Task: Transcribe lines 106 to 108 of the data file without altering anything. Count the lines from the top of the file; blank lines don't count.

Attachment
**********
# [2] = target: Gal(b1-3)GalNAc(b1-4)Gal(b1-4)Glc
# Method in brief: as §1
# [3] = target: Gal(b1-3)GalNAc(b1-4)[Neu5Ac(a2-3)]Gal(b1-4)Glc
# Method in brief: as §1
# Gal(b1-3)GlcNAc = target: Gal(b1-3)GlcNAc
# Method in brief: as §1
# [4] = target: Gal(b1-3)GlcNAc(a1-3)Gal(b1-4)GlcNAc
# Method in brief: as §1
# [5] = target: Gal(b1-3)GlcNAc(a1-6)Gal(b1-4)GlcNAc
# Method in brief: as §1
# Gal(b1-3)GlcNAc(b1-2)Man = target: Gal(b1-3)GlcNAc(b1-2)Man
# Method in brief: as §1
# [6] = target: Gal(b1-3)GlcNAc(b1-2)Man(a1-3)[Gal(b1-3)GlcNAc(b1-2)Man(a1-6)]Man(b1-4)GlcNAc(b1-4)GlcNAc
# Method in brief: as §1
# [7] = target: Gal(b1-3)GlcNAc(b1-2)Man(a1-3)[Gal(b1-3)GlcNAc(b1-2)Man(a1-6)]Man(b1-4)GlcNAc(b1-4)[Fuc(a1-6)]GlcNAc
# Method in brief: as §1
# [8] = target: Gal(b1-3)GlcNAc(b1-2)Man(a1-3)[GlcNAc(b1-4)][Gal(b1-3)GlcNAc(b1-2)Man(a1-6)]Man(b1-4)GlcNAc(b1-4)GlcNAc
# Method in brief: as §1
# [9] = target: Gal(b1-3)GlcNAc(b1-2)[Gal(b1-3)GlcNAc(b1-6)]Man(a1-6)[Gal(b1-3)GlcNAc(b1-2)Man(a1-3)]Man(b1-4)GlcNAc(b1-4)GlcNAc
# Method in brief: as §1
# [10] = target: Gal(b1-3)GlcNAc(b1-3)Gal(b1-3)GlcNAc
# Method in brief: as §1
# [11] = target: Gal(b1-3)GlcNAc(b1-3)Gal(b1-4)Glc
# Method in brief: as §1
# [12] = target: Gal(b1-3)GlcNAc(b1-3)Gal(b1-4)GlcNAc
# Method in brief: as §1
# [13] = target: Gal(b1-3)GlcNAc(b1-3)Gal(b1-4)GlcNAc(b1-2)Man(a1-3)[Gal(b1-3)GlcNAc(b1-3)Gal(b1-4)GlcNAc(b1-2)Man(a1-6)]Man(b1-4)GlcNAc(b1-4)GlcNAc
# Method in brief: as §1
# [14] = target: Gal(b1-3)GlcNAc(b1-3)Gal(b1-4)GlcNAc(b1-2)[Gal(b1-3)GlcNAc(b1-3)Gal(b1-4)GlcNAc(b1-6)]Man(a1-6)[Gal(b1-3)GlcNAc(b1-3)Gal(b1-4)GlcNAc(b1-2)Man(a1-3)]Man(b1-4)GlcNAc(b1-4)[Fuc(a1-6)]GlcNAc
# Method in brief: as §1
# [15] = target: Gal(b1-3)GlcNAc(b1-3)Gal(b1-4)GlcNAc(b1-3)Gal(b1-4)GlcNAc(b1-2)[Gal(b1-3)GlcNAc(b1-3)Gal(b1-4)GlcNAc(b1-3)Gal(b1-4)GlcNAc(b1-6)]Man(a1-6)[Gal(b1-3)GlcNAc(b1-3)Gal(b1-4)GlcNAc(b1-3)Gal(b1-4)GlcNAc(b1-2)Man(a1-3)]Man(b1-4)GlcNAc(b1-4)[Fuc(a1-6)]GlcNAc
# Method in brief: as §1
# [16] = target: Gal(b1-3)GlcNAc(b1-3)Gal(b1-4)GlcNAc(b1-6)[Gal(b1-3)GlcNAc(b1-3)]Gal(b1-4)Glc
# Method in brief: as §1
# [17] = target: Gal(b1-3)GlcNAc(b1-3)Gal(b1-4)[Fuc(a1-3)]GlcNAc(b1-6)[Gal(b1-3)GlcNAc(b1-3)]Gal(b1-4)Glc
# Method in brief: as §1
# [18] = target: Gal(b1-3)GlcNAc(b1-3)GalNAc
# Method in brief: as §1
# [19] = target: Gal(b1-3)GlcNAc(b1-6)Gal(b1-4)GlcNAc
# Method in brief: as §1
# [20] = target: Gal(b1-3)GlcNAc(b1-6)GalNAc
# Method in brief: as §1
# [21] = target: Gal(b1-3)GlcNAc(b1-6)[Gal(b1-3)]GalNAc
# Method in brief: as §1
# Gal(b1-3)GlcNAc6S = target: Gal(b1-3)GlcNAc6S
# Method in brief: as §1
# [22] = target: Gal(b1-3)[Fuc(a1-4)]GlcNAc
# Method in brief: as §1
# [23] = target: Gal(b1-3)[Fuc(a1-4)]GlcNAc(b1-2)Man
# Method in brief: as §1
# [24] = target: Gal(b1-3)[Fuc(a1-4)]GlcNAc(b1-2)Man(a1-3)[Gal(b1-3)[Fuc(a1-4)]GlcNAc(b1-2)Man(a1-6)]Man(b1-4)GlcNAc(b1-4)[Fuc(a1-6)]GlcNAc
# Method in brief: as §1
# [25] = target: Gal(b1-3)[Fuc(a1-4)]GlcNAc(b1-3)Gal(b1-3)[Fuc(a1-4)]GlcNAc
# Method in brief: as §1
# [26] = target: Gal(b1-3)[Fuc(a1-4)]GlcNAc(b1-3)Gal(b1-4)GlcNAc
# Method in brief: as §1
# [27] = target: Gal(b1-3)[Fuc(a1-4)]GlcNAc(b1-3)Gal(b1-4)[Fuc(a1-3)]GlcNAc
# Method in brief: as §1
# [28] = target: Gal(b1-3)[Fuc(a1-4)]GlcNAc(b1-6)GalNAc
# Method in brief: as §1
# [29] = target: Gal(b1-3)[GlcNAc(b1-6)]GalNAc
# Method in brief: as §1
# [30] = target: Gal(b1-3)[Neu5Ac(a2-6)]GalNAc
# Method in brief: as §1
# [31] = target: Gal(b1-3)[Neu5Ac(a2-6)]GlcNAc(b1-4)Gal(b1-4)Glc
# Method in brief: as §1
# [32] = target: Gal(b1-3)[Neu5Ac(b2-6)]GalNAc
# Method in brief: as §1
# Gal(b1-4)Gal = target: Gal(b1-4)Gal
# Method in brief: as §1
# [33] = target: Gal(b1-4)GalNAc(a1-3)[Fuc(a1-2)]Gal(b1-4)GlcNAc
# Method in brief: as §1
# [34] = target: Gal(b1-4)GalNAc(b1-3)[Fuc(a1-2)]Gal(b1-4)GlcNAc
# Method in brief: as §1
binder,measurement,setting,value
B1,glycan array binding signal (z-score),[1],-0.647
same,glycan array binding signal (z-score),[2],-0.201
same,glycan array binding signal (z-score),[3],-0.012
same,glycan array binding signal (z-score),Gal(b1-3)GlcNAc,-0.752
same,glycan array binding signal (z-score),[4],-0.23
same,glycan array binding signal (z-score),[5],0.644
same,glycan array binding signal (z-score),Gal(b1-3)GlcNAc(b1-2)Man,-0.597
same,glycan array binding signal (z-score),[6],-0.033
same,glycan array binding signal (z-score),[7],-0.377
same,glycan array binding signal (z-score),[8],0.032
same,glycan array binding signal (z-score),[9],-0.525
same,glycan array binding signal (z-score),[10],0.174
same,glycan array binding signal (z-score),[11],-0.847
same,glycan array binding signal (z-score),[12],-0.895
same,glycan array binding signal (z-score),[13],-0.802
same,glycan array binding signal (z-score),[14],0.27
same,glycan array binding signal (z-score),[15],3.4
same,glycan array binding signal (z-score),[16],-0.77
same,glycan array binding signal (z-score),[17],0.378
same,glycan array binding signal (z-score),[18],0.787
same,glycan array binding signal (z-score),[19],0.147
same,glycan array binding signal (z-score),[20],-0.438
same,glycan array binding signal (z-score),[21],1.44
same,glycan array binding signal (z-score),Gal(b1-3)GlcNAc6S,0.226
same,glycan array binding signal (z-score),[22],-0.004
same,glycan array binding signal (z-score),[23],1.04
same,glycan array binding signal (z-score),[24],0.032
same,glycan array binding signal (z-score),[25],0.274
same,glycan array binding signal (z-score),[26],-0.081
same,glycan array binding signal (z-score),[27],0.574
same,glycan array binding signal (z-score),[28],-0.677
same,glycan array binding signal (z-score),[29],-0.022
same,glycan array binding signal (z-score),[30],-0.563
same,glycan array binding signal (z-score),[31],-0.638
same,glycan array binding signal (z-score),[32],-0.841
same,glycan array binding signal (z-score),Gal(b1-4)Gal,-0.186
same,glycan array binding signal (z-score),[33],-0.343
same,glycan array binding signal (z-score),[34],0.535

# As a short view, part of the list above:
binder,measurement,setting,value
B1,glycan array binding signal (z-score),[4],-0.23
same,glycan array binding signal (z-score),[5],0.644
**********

same,glycan array binding signal (z-score),[28],-0.677
same,glycan array binding signal (z-score),[29],-0.022
same,glycan array binding signal (z-score),[30],-0.563